• Notice of the present proceedings in compliance with section 9(2)(d) of the Act has been given to the defendant, the municipality within whose area of jurisdiction the property is situated, and the head of the office of the Department of Land Affairs in the province where the property is situated.
  • The said notice was given only after the right of residence was (validly) terminated in terms of section 8.
  • Two calendar months have expired from the time the said notice was served (when the proceedings are instituted).
  • If the Respondent or occupiers started occupying only after 4 February 1997
    • where a fixed or determined date was stated in the consent to occupation, particulars of such term, and that it was ‘fair’;
    • where no such date was stated, that eviction would be just and equitable.
  • If the Respondent or occupiers were already in occupation on 4 February 1997
    • that fact should be alleged;
    • where reliance is to be placed on a breach of contract, the specific breach (which is material and not remedied despite notice, where applicable) should be set out;
    • where the Respondent’s right to occupy arose solely from his employment, this should be alleged and it should also be alleged that he has voluntarily resigned in circumstances not amounting to constructive dismissal;
    • where none of the circumstances stated in section 10(1) apply, and your client wishes to evict a person who had already occupied on 4 February 1997, you should allege that suitable alternative accommodation is available.
  • Remember that in terms of section 17(4) of the Act, the High Court Rules apply even where proceedings are conducted in the Magistrate’s Court.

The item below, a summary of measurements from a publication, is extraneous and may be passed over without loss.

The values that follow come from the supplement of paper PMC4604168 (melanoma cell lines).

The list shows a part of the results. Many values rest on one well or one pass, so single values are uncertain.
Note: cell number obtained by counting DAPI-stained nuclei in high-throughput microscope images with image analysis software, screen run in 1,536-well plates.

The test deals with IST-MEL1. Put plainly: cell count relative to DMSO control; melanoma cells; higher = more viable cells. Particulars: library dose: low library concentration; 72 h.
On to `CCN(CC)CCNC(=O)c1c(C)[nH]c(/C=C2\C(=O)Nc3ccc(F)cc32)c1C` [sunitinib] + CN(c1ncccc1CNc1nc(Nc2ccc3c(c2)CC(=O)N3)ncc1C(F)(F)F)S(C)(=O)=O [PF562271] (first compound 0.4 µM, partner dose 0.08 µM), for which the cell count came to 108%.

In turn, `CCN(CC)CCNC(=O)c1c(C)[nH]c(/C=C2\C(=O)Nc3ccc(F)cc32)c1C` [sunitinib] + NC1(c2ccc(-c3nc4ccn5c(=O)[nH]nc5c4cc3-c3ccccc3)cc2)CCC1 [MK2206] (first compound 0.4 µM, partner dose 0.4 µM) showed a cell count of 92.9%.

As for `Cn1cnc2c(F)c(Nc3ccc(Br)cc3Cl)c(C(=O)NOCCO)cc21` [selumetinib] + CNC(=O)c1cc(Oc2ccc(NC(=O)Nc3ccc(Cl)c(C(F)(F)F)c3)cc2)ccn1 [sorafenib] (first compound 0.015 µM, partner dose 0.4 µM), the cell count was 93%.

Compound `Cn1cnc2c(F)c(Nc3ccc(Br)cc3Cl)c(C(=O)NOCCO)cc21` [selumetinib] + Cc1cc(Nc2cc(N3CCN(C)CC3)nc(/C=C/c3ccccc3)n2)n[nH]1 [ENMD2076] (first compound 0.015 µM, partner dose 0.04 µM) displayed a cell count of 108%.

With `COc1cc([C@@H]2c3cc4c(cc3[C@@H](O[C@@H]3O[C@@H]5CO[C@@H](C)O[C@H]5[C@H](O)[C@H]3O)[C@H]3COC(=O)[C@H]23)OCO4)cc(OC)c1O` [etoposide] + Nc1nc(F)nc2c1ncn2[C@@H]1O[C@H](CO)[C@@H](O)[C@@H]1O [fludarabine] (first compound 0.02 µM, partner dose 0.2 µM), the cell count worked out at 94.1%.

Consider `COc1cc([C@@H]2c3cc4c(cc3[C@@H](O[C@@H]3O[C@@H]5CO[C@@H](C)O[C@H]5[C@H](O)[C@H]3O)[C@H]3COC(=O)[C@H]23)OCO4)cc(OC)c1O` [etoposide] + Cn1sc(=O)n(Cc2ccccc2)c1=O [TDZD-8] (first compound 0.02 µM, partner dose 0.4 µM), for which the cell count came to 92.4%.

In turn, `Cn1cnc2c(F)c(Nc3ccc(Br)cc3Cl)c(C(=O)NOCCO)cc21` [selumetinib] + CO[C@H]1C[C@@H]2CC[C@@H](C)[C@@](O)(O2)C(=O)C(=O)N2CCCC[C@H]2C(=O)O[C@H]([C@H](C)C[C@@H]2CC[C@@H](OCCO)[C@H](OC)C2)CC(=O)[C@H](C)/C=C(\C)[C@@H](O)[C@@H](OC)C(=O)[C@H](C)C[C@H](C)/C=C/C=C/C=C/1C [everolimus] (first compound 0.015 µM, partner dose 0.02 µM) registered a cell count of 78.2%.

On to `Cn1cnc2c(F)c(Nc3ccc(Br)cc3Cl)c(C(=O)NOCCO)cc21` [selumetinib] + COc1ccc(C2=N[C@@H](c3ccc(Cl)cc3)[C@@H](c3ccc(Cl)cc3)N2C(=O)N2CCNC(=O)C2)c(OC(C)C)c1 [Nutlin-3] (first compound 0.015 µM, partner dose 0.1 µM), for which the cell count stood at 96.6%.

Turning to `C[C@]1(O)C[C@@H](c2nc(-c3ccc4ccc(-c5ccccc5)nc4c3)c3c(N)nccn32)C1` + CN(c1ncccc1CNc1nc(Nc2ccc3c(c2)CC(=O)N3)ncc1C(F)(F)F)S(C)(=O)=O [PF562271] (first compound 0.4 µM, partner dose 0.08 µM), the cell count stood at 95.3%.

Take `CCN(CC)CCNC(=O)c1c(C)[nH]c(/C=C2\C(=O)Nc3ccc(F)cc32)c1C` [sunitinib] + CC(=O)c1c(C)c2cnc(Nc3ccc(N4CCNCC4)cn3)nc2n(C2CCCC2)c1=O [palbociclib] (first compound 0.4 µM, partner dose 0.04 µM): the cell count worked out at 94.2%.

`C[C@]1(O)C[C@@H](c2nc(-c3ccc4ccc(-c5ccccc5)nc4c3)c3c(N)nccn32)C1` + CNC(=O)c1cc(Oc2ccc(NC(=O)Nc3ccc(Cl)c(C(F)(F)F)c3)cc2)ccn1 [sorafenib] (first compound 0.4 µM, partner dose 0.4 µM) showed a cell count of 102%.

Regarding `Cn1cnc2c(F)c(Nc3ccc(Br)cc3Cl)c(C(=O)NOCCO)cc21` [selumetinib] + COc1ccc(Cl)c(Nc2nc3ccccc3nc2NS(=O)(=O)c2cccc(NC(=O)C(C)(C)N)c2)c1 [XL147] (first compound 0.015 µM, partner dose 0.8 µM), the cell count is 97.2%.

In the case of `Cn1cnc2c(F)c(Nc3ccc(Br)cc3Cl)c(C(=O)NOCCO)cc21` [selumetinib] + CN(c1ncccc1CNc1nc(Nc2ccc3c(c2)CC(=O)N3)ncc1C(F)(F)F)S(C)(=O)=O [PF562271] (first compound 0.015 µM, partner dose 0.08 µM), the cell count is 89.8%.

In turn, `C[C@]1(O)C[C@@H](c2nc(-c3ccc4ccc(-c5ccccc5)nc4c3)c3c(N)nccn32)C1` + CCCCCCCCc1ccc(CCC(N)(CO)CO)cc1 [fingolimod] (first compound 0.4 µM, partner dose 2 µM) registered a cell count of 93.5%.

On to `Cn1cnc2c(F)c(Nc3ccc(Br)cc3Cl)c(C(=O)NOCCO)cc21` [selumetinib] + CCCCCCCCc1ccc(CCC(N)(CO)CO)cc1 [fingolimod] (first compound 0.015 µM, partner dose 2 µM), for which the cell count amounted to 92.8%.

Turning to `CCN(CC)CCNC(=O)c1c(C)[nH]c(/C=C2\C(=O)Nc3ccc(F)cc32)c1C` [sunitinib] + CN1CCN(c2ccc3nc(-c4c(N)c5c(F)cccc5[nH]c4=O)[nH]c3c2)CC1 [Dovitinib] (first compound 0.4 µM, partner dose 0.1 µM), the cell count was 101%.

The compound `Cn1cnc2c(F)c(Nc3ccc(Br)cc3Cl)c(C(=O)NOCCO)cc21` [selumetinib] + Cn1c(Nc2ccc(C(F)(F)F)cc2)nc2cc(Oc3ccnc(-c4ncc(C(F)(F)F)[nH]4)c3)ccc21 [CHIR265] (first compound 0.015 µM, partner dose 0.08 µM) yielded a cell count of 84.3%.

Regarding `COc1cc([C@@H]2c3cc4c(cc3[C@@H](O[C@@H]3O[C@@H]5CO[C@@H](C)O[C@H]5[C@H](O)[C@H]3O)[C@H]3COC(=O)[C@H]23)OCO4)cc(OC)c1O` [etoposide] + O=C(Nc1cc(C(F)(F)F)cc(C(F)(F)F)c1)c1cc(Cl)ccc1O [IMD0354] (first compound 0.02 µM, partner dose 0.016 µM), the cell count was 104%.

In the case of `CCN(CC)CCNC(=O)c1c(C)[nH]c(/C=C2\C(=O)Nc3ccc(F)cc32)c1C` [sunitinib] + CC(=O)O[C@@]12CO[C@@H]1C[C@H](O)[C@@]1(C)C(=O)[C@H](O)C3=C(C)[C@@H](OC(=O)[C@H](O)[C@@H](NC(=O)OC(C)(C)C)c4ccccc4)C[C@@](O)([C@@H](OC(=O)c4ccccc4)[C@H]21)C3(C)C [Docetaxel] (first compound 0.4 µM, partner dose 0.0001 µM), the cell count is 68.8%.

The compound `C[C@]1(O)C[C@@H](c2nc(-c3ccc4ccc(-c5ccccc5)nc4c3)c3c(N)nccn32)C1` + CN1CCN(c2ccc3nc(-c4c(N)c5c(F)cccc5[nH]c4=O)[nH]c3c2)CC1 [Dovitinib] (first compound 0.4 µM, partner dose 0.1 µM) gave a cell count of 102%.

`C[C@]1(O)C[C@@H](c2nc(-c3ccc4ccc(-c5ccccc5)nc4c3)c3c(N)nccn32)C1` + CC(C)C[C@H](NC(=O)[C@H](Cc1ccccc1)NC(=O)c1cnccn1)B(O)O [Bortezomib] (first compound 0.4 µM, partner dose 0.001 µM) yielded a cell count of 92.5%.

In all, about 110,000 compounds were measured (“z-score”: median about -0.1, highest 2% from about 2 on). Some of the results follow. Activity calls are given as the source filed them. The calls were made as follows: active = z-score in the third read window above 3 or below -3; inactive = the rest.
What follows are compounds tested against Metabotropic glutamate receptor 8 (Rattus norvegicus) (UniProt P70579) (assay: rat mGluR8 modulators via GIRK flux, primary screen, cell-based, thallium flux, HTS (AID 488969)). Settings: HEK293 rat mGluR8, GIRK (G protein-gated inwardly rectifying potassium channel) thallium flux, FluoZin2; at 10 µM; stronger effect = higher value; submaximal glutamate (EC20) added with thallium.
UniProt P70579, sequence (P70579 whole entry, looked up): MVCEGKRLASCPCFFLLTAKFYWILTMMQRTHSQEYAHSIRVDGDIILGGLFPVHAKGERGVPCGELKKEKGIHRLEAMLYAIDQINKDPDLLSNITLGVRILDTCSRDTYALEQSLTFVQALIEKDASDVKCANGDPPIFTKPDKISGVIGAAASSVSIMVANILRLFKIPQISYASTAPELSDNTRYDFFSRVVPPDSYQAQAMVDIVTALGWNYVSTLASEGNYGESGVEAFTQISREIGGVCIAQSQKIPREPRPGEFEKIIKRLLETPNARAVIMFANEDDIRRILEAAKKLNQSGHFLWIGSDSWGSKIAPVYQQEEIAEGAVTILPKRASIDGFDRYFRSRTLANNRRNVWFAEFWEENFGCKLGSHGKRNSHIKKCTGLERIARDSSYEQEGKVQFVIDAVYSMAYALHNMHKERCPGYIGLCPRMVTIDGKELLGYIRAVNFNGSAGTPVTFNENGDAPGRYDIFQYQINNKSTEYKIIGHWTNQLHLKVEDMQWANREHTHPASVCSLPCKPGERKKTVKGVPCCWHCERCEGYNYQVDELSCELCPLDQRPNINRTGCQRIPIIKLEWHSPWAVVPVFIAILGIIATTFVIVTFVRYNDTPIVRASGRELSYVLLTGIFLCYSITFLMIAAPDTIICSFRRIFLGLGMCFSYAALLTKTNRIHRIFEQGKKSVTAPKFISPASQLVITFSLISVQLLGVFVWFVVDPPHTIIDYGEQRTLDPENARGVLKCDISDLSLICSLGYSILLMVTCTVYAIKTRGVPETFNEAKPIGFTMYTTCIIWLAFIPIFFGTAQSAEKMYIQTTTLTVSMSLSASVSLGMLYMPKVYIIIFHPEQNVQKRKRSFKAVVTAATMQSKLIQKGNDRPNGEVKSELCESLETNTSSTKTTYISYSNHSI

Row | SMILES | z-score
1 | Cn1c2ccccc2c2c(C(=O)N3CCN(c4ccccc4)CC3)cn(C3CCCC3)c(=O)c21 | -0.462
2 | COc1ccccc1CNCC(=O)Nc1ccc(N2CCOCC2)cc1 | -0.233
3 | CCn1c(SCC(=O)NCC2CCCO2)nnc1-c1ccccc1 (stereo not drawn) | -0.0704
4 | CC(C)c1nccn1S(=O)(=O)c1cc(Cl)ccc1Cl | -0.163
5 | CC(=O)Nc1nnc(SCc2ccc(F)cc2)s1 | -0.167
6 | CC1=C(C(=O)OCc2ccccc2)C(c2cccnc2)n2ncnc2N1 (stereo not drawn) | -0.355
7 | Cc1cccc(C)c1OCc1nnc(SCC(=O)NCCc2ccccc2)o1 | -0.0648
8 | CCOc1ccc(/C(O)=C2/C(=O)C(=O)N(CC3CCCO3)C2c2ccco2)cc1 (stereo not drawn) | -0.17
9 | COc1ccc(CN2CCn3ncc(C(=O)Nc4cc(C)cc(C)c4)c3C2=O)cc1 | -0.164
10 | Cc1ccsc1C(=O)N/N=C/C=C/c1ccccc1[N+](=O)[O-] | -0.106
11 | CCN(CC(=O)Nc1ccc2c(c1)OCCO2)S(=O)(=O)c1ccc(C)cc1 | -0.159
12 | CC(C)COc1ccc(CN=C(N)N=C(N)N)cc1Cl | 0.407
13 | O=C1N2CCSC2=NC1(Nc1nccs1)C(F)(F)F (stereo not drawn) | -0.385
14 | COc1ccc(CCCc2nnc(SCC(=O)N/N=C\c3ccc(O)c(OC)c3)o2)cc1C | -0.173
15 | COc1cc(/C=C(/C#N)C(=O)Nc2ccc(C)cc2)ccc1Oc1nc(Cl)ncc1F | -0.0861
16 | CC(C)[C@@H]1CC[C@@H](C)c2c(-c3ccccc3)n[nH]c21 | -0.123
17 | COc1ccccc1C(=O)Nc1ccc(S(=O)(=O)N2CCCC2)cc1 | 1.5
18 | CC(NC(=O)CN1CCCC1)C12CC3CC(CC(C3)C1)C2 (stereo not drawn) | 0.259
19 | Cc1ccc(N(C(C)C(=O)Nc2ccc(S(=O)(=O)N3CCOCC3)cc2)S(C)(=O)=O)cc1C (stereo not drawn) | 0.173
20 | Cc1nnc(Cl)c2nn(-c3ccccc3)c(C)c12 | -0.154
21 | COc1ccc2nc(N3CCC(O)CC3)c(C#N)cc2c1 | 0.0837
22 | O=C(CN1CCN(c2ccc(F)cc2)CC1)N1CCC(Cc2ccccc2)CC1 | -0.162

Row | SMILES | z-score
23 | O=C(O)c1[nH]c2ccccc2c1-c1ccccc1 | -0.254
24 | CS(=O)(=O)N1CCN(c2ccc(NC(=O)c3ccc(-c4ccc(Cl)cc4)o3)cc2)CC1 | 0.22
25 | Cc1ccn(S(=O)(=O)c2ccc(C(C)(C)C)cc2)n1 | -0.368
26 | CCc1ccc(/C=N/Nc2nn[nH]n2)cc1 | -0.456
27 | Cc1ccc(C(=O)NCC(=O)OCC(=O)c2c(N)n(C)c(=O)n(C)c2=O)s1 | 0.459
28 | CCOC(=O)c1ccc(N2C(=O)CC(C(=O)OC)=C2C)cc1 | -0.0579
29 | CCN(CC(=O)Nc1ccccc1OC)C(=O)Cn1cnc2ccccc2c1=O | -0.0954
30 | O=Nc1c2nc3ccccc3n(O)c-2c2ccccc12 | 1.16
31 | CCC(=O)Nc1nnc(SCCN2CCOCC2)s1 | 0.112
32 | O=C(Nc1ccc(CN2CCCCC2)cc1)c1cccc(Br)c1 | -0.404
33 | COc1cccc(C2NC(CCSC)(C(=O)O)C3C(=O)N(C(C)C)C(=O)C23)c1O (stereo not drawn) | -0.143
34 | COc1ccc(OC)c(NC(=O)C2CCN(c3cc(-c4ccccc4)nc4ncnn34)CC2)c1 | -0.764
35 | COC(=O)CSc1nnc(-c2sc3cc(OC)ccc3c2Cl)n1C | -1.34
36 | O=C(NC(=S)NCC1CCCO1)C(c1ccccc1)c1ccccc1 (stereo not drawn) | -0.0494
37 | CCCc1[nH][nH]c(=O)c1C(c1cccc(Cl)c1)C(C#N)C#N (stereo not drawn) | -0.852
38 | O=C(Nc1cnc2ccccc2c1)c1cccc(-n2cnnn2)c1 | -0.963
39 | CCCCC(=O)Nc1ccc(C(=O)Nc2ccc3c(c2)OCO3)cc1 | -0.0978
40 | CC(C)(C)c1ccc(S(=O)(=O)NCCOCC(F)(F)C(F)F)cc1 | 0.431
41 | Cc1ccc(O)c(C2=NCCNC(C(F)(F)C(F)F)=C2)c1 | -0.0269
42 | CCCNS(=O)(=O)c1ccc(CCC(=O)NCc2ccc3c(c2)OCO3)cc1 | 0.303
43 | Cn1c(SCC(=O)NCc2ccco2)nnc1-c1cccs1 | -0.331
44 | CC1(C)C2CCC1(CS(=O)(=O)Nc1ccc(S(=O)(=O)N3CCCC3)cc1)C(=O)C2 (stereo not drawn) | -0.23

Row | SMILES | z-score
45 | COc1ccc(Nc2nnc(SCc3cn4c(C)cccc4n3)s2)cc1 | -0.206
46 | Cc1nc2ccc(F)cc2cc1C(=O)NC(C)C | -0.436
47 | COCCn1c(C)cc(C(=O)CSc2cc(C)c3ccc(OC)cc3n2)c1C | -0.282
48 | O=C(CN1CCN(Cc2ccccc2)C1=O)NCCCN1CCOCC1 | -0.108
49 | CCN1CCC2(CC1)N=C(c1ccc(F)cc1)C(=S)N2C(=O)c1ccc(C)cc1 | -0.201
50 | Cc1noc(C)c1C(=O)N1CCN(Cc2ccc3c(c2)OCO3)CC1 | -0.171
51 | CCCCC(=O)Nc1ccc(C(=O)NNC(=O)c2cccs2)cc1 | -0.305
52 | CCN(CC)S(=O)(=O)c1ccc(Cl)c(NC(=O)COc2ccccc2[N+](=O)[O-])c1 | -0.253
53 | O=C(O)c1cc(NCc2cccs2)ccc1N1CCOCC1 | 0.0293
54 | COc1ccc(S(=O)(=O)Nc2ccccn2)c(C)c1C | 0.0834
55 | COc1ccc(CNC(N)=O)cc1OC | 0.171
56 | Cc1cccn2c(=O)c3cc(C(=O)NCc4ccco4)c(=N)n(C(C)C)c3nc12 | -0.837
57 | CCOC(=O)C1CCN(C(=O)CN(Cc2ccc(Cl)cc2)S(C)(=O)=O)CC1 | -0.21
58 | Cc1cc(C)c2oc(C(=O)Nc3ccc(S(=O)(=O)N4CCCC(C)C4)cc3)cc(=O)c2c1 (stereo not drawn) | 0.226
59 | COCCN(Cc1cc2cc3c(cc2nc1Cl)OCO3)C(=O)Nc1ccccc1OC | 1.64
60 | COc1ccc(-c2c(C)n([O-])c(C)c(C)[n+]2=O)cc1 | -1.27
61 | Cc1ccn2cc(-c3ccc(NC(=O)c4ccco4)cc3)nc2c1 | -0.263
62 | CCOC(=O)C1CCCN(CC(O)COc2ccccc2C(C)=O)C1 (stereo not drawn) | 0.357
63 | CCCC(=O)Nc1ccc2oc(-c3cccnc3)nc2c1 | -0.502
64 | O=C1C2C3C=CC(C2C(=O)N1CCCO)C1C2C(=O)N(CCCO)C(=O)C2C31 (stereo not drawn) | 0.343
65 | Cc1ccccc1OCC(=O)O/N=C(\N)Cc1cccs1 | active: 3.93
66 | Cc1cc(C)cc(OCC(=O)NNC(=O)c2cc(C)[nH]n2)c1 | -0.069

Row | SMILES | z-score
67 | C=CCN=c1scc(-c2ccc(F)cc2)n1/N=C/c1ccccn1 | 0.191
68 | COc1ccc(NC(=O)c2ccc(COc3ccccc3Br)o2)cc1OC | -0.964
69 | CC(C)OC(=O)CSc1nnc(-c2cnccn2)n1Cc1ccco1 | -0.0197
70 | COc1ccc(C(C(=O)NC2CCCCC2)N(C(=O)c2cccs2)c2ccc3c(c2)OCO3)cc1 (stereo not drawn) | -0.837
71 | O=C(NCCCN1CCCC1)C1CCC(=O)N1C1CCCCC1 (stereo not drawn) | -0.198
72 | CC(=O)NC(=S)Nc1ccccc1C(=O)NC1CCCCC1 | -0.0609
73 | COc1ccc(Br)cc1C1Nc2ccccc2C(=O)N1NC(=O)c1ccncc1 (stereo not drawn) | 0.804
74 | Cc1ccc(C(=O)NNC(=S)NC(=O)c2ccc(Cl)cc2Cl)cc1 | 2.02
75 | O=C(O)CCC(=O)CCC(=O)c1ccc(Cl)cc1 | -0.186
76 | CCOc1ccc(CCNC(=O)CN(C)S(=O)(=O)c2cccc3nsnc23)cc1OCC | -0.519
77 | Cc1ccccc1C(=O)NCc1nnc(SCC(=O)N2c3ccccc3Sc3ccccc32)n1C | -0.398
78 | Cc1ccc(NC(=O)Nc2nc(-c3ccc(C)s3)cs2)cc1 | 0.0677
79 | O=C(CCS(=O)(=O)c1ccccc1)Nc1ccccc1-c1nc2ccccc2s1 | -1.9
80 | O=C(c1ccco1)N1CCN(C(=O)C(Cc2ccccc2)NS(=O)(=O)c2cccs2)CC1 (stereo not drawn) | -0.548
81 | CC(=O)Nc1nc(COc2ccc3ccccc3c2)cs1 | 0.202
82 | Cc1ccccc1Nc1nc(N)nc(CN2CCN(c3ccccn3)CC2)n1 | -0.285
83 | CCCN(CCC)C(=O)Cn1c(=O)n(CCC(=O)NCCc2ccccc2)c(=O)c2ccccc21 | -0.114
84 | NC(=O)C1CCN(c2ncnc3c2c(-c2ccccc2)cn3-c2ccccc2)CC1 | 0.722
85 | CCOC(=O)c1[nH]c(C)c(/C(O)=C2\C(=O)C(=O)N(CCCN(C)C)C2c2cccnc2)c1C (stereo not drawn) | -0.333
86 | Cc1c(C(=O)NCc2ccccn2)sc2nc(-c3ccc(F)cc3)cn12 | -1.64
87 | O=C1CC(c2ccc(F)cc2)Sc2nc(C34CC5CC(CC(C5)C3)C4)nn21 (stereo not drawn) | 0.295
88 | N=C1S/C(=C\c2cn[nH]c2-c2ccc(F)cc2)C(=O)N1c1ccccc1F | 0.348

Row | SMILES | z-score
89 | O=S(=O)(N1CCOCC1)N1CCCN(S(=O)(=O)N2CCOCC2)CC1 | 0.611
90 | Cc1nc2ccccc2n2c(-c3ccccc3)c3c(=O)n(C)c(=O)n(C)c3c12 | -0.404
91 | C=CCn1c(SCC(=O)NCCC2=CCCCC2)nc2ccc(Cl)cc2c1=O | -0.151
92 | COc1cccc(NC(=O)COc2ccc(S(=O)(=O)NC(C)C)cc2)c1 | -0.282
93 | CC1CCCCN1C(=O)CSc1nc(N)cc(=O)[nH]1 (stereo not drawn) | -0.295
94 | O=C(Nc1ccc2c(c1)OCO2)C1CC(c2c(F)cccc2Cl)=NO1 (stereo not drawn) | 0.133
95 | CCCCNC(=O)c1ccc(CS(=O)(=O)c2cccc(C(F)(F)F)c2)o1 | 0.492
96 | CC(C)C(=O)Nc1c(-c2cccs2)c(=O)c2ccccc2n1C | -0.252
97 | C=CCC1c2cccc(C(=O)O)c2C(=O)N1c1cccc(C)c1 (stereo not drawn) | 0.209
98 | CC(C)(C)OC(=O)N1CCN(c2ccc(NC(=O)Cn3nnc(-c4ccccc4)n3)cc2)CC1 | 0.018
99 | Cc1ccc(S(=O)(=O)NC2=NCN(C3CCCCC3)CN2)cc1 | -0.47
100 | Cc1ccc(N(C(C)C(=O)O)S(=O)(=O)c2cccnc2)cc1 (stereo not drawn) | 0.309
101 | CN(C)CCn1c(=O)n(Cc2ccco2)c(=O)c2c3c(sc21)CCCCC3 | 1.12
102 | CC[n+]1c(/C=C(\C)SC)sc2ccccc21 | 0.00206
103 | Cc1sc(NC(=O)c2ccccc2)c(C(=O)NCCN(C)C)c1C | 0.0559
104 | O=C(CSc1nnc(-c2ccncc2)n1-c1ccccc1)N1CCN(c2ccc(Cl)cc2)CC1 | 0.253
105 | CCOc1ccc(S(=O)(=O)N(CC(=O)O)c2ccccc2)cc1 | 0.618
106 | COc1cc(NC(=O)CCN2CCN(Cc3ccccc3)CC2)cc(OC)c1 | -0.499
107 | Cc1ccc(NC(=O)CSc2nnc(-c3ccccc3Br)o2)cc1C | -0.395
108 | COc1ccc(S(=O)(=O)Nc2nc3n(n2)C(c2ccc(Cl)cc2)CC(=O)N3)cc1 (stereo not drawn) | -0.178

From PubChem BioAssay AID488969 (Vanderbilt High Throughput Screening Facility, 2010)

• Remember to allow at least fifteen days from judgment before executing the order to vacate to enable the automatic review in terms of section 19(3) to be conducted (Land Claims Court Practice Direction 5).
  • The institution of action (summons), together with application (notice of motion), is the process to follow in the event that the lessor intends to claim arrear rental and damages coupled with an application for eviction.

Step 4: Action: Summons and particulars of claim // Application – Notice of Motion

Summons: (for recovery of rent or damages)

  • The summons may contain an automatic rent interdict to prevent the tenant from removing any of the lessee’s possessions from the property (once default judgment or summary judgment is granted, a warrant of execution is issued and the Sheriff can then sell these possessions at a sale in execution in satisfaction of the arrear rental).
  • Particulars of claim to contain prayers for the following (where applicable) –
  • confirmation of cancellation of the lease agreement;
  • confirmation of rent interdict appearing on face of the summons;
  • arrear rental up to date of summons;
  • interest on the arrear rental;
  • costs (attorney-and-client or party-and-party, as the case may be).

Application: (for the Eviction)

Draft notice of motion containing Part A (ex parte application) and Part B (application for eviction). Part B must be in long form notice of motion.

  • Draft affidavit deposed to by the lessor stating, inter alia 
    • the relevant terms of the lease agreement;
    • that the lease agreement was cancelled;
    • the tenant failed to vacate the premises despite the fact that notice of cancellation was given; and